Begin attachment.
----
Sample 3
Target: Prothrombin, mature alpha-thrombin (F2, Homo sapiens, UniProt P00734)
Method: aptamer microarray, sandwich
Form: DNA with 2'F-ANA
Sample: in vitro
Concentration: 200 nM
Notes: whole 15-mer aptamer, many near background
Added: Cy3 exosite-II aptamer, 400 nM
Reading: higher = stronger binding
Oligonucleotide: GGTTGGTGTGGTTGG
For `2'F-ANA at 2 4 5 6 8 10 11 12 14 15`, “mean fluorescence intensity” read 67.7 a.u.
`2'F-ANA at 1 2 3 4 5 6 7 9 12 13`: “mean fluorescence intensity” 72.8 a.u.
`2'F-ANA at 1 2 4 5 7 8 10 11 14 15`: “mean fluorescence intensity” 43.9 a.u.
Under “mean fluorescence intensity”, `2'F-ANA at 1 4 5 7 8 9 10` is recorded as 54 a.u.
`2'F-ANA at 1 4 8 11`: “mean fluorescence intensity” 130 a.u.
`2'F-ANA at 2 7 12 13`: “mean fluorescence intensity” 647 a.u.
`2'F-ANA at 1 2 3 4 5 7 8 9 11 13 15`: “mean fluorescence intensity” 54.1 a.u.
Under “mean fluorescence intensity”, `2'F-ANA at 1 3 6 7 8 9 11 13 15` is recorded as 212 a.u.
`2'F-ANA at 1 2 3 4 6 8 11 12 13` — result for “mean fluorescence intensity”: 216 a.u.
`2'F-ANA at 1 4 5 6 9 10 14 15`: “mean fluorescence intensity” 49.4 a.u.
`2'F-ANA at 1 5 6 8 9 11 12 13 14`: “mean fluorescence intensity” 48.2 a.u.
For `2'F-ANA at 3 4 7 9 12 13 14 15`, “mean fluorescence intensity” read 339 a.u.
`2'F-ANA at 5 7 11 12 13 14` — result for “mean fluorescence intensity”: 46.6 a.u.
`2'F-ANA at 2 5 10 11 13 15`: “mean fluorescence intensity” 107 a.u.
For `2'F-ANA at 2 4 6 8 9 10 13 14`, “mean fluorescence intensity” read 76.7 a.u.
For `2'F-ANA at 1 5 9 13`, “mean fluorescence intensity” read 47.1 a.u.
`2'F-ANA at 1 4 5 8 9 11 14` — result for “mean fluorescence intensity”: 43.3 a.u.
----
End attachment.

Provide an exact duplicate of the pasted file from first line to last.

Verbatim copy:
Sample 3
Target: Prothrombin, mature alpha-thrombin (F2, Homo sapiens, UniProt P00734)
Method: aptamer microarray, sandwich
Form: DNA with 2'F-ANA
Sample: in vitro
Concentration: 200 nM
Notes: whole 15-mer aptamer, many near background
Added: Cy3 exosite-II aptamer, 400 nM
Reading: higher = stronger binding
Oligonucleotide: GGTTGGTGTGGTTGG
For `2'F-ANA at 2 4 5 6 8 10 11 12 14 15`, “mean fluorescence intensity” read 67.7 a.u.
`2'F-ANA at 1 2 3 4 5 6 7 9 12 13`: “mean fluorescence intensity” 72.8 a.u.
`2'F-ANA at 1 2 4 5 7 8 10 11 14 15`: “mean fluorescence intensity” 43.9 a.u.
Under “mean fluorescence intensity”, `2'F-ANA at 1 4 5 7 8 9 10` is recorded as 54 a.u.
`2'F-ANA at 1 4 8 11`: “mean fluorescence intensity” 130 a.u.
`2'F-ANA at 2 7 12 13`: “mean fluorescence intensity” 647 a.u.
`2'F-ANA at 1 2 3 4 5 7 8 9 11 13 15`: “mean fluorescence intensity” 54.1 a.u.
Under “mean fluorescence intensity”, `2'F-ANA at 1 3 6 7 8 9 11 13 15` is recorded as 212 a.u.
`2'F-ANA at 1 2 3 4 6 8 11 12 13` — result for “mean fluorescence intensity”: 216 a.u.
`2'F-ANA at 1 4 5 6 9 10 14 15`: “mean fluorescence intensity” 49.4 a.u.
`2'F-ANA at 1 5 6 8 9 11 12 13 14`: “mean fluorescence intensity” 48.2 a.u.
For `2'F-ANA at 3 4 7 9 12 13 14 15`, “mean fluorescence intensity” read 339 a.u.
`2'F-ANA at 5 7 11 12 13 14` — result for “mean fluorescence intensity”: 46.6 a.u.
`2'F-ANA at 2 5 10 11 13 15`: “mean fluorescence intensity” 107 a.u.
For `2'F-ANA at 2 4 6 8 9 10 13 14`, “mean fluorescence intensity” read 76.7 a.u.
For `2'F-ANA at 1 5 9 13`, “mean fluorescence intensity” read 47.1 a.u.
`2'F-ANA at 1 4 5 8 9 11 14` — result for “mean fluorescence intensity”: 43.3 a.u.